WWOOF in Picardie

When I first signed up for WWOOFing I had no idea what to expect. I’d always loved nature but farming was out of my league. Even basic gardening skills and taking care of house plants were beyond my abilities.

So why did I sign up? For the adventure. To experience something new, to learn a few things.


WorldWide Opportunities on Organic Farms. In their own words here is the idea behind it:

WWOOF is a worldwide movement linking volunteers with organic farmers and growers to promote cultural and educational experiences based on trust and non-monetary exchange, thereby helping to build a sustainable, global community.


The idea is a great one and I had heard many people who had tried it and loved the experience. As with everything some people do not have a good experience but again, the potential is there. 

Choosing A Place

When you search for a place there are many different filters you can use to help you find the best fit. For example, in regards to the sleeping arrangements, food preferences, whether or not kids and/ or pets are welcome and more. I looked briefly at the profiles of each place and left a short message. One of the hosts got back to me within a day. A few others got back to me within a week or two. I looked in more detail at the profile of the host who got back to me fast and after a few more back and forth messages, I was on my way. Barely 3 days after making the decision to go on this adventure.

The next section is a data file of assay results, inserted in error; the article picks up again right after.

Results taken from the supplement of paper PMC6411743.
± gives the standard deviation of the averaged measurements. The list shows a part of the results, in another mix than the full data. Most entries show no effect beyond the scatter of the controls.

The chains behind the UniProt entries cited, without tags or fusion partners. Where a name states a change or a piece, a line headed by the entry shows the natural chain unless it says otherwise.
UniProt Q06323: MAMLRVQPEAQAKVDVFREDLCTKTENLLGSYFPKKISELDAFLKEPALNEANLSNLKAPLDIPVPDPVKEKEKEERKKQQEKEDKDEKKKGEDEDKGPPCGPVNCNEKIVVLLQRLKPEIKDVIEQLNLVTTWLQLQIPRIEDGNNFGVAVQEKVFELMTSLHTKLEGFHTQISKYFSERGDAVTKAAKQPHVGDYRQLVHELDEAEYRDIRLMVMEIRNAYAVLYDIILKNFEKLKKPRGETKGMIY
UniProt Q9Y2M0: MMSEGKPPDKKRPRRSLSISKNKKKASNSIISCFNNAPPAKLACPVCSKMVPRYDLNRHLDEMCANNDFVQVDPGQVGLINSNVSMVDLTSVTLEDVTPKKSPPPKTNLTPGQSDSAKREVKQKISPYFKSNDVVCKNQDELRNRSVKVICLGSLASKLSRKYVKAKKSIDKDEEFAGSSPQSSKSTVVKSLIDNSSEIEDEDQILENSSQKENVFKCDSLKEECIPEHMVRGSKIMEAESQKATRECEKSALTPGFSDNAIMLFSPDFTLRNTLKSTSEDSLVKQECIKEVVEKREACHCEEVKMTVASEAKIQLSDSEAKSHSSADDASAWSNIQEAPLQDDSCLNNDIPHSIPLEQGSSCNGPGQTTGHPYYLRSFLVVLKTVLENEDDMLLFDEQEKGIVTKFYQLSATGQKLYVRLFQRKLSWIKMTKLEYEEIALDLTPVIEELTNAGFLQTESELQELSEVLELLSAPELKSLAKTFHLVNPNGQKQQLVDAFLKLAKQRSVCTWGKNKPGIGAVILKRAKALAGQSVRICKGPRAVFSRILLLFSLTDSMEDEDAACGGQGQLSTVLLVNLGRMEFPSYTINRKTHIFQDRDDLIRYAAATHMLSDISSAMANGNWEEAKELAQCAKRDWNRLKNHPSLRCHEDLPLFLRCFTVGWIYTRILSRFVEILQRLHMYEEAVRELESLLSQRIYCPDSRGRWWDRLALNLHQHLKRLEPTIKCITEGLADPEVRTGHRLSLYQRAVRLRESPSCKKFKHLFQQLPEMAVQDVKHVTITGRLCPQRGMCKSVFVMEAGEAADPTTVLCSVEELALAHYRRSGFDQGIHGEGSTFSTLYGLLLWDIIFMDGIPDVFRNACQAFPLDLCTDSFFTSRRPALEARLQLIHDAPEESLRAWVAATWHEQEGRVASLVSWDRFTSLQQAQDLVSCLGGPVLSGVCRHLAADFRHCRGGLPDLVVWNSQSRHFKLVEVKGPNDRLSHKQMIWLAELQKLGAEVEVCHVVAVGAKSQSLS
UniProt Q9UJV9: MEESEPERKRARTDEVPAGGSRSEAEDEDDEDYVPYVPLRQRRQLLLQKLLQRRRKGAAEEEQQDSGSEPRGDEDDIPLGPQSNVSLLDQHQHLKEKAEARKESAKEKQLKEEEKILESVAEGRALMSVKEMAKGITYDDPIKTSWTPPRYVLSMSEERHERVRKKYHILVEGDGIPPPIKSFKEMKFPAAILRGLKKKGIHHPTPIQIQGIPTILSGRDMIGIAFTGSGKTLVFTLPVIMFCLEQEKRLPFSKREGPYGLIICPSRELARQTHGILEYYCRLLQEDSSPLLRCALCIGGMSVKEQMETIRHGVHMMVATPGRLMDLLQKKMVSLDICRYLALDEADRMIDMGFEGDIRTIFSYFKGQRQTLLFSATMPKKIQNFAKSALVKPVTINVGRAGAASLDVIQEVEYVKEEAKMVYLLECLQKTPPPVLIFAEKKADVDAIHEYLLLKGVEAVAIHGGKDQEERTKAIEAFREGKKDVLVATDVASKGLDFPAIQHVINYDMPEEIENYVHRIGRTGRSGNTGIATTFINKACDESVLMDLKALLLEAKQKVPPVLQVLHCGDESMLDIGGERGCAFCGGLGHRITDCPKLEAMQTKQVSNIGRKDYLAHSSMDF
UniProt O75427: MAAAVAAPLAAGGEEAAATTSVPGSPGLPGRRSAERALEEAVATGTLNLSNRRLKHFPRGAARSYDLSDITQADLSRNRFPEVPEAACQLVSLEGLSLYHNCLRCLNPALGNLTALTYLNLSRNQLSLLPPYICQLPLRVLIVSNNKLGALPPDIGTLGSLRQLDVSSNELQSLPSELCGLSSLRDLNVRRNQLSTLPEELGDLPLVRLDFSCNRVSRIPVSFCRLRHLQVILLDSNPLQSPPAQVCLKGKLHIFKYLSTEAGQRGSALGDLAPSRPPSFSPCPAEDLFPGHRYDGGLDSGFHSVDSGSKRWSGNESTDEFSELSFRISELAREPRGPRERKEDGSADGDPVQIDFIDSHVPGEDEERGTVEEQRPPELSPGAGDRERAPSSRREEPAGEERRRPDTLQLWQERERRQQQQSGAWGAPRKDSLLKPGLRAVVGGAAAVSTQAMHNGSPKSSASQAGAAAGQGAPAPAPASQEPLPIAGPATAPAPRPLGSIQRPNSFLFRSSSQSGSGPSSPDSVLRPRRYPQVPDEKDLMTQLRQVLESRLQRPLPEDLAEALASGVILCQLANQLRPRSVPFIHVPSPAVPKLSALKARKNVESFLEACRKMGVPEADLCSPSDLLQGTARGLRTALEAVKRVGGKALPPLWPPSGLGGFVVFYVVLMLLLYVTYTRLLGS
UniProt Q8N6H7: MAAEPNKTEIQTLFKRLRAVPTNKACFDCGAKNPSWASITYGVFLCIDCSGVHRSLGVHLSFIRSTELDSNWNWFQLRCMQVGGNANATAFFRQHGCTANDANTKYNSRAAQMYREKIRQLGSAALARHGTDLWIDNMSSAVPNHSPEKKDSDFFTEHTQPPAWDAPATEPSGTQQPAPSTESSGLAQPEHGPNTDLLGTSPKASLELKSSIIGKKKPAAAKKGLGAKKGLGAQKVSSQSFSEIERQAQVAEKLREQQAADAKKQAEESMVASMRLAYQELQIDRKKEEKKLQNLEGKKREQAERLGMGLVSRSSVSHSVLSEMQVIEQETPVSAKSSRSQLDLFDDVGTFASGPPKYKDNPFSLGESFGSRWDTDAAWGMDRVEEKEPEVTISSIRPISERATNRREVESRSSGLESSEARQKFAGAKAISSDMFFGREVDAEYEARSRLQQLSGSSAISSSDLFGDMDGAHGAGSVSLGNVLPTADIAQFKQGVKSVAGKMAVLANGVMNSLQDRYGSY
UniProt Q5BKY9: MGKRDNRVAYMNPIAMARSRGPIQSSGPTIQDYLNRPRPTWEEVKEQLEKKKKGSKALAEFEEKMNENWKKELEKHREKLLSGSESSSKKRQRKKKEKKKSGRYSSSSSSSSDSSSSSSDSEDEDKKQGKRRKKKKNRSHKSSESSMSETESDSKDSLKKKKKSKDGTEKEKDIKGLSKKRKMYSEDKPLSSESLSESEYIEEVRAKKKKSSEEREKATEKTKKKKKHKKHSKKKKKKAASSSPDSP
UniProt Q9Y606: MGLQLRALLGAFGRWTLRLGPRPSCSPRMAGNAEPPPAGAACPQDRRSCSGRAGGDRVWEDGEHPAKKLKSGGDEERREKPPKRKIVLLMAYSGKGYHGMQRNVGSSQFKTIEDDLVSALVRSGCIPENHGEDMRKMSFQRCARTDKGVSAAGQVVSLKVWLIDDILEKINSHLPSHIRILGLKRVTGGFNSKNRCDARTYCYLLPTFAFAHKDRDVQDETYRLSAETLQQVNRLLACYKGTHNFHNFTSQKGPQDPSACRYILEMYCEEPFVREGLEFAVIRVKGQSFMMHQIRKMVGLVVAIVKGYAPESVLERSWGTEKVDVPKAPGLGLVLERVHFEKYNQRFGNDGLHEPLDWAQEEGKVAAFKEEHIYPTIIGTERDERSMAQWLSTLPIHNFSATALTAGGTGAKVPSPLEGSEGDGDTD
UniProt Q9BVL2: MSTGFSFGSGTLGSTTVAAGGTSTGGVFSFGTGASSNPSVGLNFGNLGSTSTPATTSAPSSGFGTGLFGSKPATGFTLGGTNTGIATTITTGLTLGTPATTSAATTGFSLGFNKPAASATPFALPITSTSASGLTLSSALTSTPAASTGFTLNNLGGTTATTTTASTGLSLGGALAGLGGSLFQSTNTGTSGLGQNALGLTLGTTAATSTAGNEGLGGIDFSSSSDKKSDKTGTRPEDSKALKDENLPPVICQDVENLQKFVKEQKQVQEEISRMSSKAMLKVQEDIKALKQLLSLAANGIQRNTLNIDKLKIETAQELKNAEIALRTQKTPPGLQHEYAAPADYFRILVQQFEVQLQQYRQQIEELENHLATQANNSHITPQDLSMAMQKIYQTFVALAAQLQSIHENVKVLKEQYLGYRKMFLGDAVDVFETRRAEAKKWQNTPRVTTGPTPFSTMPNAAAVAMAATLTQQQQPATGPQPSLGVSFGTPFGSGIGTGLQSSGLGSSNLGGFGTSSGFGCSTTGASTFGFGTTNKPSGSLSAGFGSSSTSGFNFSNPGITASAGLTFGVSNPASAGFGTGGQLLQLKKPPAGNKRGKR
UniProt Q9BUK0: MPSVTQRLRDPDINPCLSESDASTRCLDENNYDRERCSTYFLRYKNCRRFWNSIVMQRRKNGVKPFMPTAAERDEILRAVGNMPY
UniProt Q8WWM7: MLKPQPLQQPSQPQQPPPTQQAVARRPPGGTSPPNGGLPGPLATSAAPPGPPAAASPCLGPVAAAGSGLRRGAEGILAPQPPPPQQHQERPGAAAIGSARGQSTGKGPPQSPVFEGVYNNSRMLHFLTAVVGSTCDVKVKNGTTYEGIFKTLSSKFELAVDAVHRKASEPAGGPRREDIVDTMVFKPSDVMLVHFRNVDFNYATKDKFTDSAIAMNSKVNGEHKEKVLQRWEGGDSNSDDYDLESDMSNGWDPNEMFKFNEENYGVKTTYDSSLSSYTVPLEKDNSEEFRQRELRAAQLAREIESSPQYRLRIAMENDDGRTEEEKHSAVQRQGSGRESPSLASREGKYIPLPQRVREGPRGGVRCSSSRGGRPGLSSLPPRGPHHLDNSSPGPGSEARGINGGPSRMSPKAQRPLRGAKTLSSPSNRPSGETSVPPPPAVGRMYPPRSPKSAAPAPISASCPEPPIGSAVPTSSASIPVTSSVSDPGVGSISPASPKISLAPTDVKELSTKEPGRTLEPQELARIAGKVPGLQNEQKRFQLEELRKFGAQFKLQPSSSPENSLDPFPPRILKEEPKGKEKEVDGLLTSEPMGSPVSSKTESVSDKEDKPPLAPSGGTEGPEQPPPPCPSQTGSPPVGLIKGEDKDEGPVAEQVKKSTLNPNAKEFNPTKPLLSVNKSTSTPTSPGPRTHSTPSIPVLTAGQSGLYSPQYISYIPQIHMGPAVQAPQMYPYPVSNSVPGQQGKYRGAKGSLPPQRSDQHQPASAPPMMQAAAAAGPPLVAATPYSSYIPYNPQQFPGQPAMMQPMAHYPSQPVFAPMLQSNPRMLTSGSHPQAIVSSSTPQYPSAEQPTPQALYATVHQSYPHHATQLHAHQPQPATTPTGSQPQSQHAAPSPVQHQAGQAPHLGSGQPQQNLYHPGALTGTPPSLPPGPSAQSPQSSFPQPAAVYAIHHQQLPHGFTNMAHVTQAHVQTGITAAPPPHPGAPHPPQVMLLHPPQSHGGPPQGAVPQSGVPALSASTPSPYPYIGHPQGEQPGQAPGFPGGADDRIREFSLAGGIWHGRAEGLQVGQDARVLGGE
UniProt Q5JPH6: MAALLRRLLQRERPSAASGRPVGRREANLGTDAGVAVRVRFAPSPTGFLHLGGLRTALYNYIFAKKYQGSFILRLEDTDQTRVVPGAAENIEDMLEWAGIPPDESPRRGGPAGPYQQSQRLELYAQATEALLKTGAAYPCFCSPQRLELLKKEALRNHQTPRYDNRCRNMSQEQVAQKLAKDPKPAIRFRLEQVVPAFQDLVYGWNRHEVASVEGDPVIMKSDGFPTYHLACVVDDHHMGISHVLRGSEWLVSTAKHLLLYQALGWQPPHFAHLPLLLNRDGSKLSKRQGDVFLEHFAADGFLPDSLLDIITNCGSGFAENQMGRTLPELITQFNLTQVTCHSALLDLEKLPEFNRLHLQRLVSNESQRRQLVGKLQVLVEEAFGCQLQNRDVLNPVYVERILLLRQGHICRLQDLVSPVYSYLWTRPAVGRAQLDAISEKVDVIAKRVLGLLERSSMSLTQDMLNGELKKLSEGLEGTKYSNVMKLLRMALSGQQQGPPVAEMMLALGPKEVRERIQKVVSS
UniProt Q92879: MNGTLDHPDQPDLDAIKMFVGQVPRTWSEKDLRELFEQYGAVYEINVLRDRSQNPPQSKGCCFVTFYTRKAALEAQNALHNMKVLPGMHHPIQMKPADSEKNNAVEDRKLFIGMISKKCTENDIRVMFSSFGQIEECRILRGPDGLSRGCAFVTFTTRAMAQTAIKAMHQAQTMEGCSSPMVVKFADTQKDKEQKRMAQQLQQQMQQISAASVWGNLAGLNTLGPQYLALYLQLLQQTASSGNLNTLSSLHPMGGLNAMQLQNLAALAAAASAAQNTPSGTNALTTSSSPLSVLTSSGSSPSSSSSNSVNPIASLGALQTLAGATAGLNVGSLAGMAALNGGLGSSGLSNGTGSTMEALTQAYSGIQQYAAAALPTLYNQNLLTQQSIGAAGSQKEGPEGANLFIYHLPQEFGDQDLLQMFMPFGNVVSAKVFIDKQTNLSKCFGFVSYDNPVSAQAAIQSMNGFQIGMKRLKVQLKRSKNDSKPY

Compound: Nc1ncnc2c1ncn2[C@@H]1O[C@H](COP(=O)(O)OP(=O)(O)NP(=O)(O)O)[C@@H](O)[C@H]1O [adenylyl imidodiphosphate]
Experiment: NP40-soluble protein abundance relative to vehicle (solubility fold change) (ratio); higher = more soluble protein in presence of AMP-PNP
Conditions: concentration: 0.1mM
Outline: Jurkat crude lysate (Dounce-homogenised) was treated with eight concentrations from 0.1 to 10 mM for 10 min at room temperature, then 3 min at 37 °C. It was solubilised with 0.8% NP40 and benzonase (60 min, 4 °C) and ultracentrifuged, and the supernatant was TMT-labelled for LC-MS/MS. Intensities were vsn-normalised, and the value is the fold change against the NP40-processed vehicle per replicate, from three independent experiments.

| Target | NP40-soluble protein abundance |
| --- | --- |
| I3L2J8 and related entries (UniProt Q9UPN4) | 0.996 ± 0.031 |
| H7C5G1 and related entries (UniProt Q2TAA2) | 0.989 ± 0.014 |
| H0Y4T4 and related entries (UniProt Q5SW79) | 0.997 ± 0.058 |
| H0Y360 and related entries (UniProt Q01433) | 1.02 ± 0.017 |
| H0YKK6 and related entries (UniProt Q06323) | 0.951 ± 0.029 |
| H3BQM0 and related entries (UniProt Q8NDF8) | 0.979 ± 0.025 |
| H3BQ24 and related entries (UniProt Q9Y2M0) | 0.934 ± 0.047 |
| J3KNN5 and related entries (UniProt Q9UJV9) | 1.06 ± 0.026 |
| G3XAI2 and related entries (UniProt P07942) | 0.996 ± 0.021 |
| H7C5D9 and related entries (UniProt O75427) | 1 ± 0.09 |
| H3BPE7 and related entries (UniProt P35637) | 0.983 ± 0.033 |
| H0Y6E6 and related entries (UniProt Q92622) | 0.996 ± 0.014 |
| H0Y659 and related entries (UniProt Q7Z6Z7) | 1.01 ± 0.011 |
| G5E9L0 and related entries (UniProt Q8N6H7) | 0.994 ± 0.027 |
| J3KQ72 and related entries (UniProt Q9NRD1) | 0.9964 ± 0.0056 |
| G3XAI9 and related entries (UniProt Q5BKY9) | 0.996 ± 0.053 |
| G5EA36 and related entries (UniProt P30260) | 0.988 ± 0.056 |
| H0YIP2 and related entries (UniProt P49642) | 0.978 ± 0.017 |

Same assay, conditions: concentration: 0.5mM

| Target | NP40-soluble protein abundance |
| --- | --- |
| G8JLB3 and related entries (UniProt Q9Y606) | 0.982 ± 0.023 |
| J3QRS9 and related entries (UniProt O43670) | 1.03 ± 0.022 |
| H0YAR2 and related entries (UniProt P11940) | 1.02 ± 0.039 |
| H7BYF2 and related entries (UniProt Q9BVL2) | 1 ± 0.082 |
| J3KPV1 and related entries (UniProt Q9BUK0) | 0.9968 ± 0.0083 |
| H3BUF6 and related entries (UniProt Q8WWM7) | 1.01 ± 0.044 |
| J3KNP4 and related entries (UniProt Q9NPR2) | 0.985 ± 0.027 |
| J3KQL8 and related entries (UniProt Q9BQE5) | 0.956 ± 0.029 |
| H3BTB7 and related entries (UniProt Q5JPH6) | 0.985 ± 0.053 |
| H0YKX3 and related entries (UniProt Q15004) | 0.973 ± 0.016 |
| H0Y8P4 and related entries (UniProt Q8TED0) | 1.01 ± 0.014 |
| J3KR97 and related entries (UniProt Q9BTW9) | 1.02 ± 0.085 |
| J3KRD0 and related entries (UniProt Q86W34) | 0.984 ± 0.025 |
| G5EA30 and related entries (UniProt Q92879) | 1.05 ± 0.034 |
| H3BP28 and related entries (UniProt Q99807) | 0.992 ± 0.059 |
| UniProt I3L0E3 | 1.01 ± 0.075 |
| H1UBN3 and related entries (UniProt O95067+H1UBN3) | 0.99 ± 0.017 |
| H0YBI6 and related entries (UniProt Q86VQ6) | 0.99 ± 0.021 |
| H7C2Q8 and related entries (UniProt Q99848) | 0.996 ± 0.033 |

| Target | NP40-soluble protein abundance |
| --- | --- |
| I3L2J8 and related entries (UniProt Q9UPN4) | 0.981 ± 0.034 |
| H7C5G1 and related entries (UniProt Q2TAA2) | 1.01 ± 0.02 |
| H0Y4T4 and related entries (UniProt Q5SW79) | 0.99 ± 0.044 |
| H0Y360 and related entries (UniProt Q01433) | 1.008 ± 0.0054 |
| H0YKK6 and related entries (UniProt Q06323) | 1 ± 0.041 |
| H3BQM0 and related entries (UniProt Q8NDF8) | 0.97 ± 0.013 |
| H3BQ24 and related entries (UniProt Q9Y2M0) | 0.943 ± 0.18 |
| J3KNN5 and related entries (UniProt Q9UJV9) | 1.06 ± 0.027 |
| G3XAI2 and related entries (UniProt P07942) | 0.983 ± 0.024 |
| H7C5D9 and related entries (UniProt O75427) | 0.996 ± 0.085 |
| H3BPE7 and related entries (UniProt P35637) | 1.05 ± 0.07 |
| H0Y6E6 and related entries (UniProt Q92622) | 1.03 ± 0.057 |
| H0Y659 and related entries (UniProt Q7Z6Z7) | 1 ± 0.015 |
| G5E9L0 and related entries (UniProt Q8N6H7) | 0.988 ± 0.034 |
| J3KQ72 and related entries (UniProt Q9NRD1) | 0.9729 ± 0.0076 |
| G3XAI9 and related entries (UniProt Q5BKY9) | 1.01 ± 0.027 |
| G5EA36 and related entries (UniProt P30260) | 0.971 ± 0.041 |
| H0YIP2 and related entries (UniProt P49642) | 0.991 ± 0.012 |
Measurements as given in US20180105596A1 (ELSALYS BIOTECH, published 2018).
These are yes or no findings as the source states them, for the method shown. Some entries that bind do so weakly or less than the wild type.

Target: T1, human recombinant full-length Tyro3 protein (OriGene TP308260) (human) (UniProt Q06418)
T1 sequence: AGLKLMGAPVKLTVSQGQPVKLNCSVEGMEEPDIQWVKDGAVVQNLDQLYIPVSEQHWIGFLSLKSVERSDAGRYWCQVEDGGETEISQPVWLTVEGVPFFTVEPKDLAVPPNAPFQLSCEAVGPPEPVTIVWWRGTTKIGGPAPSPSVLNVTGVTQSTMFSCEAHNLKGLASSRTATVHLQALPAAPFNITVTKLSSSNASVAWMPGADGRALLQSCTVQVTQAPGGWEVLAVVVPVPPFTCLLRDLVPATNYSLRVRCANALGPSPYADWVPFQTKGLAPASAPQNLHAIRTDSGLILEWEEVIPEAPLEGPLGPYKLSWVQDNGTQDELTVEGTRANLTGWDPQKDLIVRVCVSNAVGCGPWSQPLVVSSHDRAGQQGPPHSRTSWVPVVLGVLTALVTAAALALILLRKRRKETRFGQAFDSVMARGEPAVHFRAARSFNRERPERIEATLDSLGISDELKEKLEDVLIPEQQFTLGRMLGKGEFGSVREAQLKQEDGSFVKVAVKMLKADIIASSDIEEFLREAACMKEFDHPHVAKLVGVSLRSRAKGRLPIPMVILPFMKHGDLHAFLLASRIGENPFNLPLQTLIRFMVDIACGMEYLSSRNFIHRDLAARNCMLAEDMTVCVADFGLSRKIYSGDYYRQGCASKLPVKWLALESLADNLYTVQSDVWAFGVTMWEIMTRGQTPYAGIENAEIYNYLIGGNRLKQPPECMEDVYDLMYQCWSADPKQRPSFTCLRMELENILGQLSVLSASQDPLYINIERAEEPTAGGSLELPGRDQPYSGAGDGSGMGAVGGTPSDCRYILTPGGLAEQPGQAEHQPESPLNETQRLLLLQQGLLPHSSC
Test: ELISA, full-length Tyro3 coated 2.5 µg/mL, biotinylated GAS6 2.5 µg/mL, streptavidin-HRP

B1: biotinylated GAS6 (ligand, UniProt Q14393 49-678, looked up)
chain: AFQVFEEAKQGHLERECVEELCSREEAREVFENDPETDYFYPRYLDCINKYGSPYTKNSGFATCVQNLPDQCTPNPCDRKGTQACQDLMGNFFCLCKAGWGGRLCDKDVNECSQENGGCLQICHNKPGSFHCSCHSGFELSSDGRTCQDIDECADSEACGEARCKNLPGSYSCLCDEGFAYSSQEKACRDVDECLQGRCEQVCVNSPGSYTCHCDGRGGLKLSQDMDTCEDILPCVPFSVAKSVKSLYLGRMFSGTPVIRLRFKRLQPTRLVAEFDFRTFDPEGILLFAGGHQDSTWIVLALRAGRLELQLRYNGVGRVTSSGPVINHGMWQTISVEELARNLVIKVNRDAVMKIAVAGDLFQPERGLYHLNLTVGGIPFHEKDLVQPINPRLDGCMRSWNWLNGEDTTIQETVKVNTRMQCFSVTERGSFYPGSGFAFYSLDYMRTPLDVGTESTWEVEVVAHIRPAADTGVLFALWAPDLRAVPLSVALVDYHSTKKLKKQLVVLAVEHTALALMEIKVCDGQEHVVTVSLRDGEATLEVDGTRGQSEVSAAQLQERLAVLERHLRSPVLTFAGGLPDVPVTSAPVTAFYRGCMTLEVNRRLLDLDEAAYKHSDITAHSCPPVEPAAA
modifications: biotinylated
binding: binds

When I entered the village, it hit me that I was in the countryside. I knew I would be there from the beginning, but this was really the countryside, not play acting. A tractor was driving down a road, the houses were small brick houses and I could see the kids walking (or from) school. Also, the phone reception was practically non-existent. I pulled up to the house and out came the farmer.

I parked, went into the house and we sat and talked for a bit. We then walked over to the farm and he took me over their domain and explained everything they were building. Current and future projects.